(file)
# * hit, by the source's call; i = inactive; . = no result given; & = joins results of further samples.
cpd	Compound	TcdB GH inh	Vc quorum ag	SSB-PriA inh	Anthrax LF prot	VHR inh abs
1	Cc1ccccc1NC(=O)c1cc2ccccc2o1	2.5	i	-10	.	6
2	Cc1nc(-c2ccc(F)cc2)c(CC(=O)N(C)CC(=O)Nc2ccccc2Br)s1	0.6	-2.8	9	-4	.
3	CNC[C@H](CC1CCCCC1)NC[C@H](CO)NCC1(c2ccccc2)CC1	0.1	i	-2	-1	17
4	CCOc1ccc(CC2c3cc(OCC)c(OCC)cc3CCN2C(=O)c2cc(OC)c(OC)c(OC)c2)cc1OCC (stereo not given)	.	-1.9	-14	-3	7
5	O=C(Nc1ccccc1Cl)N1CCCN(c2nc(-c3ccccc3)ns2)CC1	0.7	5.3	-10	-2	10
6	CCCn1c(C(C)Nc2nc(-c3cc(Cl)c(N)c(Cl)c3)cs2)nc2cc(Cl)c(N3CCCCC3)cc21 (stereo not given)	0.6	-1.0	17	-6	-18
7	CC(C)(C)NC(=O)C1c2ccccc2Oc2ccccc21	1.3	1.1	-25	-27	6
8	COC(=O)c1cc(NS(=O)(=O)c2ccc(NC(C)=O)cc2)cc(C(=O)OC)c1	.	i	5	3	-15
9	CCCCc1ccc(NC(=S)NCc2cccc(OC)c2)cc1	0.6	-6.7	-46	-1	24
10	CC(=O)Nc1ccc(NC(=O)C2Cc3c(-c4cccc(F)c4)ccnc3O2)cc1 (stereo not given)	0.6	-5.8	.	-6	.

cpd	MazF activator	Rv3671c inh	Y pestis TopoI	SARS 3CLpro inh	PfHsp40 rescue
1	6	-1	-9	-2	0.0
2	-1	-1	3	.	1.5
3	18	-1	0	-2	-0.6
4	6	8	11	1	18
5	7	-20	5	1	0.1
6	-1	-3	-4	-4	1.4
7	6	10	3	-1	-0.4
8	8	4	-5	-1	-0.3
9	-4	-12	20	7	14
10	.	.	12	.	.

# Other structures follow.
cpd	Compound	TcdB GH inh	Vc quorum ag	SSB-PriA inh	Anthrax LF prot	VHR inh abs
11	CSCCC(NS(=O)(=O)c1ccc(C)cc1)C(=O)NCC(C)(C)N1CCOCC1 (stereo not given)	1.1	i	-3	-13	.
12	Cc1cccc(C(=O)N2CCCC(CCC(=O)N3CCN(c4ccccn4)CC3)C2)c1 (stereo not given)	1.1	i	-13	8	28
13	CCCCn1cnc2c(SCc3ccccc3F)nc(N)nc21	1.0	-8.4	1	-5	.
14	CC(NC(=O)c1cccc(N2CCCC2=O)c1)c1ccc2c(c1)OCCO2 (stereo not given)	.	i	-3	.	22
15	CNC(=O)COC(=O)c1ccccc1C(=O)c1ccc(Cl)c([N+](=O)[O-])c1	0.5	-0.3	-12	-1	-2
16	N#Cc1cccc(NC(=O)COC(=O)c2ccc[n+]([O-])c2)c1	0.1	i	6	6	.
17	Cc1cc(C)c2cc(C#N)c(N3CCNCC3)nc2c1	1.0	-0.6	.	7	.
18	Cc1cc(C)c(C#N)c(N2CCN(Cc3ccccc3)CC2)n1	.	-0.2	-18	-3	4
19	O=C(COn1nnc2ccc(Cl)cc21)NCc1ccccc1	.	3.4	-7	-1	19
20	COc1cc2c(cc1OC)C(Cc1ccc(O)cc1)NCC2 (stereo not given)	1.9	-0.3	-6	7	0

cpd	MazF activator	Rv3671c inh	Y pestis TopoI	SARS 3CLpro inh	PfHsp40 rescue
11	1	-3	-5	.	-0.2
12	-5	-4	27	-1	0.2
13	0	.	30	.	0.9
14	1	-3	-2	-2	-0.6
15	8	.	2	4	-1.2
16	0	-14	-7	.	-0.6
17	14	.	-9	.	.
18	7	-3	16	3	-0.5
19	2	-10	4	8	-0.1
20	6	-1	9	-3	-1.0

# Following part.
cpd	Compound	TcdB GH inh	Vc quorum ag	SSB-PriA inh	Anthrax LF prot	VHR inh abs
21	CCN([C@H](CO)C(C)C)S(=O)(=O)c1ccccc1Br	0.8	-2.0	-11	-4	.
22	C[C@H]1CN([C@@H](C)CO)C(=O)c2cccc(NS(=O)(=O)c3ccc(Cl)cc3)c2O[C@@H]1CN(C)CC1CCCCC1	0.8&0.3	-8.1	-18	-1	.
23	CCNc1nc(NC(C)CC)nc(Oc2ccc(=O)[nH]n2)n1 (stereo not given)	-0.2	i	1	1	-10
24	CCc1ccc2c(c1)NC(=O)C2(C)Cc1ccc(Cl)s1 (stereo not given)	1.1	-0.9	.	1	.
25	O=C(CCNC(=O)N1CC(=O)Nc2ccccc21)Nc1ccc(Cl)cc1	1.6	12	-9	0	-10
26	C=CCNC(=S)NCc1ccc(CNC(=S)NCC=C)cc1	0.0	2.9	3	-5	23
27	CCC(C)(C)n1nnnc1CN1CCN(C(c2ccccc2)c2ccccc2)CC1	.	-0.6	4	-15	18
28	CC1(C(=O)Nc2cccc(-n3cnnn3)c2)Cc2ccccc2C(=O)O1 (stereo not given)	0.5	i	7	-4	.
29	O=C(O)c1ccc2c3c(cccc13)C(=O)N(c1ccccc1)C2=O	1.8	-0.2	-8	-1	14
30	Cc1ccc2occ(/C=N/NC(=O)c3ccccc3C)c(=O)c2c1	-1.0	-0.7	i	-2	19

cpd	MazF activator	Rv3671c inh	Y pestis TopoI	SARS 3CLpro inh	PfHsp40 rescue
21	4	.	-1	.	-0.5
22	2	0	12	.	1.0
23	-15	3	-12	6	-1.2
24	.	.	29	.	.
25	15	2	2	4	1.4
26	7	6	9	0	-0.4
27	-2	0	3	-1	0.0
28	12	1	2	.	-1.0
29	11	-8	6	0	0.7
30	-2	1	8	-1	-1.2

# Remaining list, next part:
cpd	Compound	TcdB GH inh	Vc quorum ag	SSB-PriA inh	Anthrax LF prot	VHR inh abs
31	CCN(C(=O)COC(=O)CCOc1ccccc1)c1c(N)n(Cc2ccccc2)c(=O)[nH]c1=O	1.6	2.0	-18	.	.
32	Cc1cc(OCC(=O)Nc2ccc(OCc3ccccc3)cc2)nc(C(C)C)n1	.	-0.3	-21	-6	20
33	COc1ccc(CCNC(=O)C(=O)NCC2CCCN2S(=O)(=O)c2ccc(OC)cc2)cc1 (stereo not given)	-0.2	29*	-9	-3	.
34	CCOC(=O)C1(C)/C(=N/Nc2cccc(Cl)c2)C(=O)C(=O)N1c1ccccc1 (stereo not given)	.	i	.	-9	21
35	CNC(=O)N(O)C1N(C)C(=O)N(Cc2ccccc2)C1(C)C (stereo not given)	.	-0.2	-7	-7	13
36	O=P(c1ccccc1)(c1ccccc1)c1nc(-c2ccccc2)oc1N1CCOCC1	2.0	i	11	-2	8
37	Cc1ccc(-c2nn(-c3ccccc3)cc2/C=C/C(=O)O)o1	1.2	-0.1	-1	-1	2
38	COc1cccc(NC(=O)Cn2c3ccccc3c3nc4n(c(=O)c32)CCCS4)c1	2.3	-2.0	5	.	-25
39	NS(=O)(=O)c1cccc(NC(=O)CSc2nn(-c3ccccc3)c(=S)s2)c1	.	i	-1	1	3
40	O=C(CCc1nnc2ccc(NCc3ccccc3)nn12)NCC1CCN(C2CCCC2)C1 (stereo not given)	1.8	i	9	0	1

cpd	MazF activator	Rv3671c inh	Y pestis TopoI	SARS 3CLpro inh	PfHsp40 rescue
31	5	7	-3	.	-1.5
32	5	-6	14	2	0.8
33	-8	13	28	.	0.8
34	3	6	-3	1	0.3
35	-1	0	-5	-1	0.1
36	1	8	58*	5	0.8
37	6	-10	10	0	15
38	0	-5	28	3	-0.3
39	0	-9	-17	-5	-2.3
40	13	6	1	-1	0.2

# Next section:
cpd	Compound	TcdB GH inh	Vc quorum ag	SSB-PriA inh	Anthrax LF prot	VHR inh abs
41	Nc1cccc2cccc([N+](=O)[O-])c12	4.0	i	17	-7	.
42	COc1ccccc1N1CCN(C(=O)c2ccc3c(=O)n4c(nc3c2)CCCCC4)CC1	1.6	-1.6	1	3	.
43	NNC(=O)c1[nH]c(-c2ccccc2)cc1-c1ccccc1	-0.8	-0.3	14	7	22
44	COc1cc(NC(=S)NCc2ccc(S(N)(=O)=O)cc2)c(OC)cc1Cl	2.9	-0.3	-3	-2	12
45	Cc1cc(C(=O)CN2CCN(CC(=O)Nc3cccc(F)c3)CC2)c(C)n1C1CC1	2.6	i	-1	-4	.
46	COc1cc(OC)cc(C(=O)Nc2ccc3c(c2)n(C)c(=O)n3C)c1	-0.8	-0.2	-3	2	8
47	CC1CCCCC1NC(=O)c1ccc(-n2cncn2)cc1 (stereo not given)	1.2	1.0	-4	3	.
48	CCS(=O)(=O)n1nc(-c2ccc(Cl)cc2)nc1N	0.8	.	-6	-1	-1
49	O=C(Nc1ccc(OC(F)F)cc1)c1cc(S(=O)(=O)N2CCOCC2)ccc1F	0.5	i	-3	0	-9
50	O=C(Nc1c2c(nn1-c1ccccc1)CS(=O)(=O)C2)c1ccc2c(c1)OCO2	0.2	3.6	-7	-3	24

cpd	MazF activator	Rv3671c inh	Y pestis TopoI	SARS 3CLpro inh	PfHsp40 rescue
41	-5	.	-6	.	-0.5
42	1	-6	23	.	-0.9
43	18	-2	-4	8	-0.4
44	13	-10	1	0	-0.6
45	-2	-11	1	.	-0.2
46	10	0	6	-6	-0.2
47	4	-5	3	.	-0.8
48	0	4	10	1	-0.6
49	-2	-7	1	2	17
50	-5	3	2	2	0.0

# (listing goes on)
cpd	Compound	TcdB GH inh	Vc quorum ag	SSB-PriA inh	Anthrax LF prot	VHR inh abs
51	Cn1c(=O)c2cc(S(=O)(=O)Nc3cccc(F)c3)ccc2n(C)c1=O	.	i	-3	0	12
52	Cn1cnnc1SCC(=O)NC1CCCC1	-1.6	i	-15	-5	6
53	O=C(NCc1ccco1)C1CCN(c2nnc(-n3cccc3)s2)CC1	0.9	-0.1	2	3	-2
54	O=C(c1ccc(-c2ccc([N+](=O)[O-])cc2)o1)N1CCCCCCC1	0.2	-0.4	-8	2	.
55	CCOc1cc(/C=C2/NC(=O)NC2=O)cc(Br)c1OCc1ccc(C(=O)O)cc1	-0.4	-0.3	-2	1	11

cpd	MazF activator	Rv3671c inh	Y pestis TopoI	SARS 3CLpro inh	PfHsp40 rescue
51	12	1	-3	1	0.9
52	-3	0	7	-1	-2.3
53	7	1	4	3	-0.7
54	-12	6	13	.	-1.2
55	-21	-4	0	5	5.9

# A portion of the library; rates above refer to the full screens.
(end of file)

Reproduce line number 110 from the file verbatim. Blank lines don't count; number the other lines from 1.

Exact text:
45	-2	-11	1	.	-0.2